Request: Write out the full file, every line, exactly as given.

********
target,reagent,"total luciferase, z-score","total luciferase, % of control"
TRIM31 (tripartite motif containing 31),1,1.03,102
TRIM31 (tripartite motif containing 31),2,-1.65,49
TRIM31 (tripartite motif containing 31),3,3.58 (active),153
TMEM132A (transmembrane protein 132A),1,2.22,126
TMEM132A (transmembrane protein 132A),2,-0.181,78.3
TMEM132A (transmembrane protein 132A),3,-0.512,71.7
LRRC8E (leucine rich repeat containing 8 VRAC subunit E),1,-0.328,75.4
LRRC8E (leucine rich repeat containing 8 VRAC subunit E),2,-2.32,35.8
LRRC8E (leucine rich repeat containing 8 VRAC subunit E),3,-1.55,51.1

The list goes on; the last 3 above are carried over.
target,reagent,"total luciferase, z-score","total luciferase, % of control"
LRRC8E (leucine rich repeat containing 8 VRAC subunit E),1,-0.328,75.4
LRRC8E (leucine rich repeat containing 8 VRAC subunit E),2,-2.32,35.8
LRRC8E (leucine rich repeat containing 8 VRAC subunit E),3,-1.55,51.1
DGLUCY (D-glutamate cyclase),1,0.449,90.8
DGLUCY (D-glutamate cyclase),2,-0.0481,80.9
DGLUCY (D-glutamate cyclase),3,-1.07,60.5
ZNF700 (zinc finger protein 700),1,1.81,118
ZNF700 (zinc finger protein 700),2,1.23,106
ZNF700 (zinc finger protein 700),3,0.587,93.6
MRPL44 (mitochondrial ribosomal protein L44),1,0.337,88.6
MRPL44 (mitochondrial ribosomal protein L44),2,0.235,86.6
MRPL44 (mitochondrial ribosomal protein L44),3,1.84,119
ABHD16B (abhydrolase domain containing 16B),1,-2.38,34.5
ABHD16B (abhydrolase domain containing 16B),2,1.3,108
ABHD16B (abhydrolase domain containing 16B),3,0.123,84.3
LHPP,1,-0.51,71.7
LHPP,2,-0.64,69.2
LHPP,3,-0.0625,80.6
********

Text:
target,reagent,"total luciferase, z-score","total luciferase, % of control"
TRIM31 (tripartite motif containing 31),1,1.03,102
TRIM31 (tripartite motif containing 31),2,-1.65,49
TRIM31 (tripartite motif containing 31),3,3.58 (active),153
TMEM132A (transmembrane protein 132A),1,2.22,126
TMEM132A (transmembrane protein 132A),2,-0.181,78.3
TMEM132A (transmembrane protein 132A),3,-0.512,71.7
LRRC8E (leucine rich repeat containing 8 VRAC subunit E),1,-0.328,75.4
LRRC8E (leucine rich repeat containing 8 VRAC subunit E),2,-2.32,35.8
LRRC8E (leucine rich repeat containing 8 VRAC subunit E),3,-1.55,51.1

The list goes on; the last 3 above are carried over.
target,reagent,"total luciferase, z-score","total luciferase, % of control"
LRRC8E (leucine rich repeat containing 8 VRAC subunit E),1,-0.328,75.4
LRRC8E (leucine rich repeat containing 8 VRAC subunit E),2,-2.32,35.8
LRRC8E (leucine rich repeat containing 8 VRAC subunit E),3,-1.55,51.1
DGLUCY (D-glutamate cyclase),1,0.449,90.8
DGLUCY (D-glutamate cyclase),2,-0.0481,80.9
DGLUCY (D-glutamate cyclase),3,-1.07,60.5
ZNF700 (zinc finger protein 700),1,1.81,118
ZNF700 (zinc finger protein 700),2,1.23,106
ZNF700 (zinc finger protein 700),3,0.587,93.6
MRPL44 (mitochondrial ribosomal protein L44),1,0.337,88.6
MRPL44 (mitochondrial ribosomal protein L44),2,0.235,86.6
MRPL44 (mitochondrial ribosomal protein L44),3,1.84,119
ABHD16B (abhydrolase domain containing 16B),1,-2.38,34.5
ABHD16B (abhydrolase domain containing 16B),2,1.3,108
ABHD16B (abhydrolase domain containing 16B),3,0.123,84.3
LHPP,1,-0.51,71.7
LHPP,2,-0.64,69.2
LHPP,3,-0.0625,80.6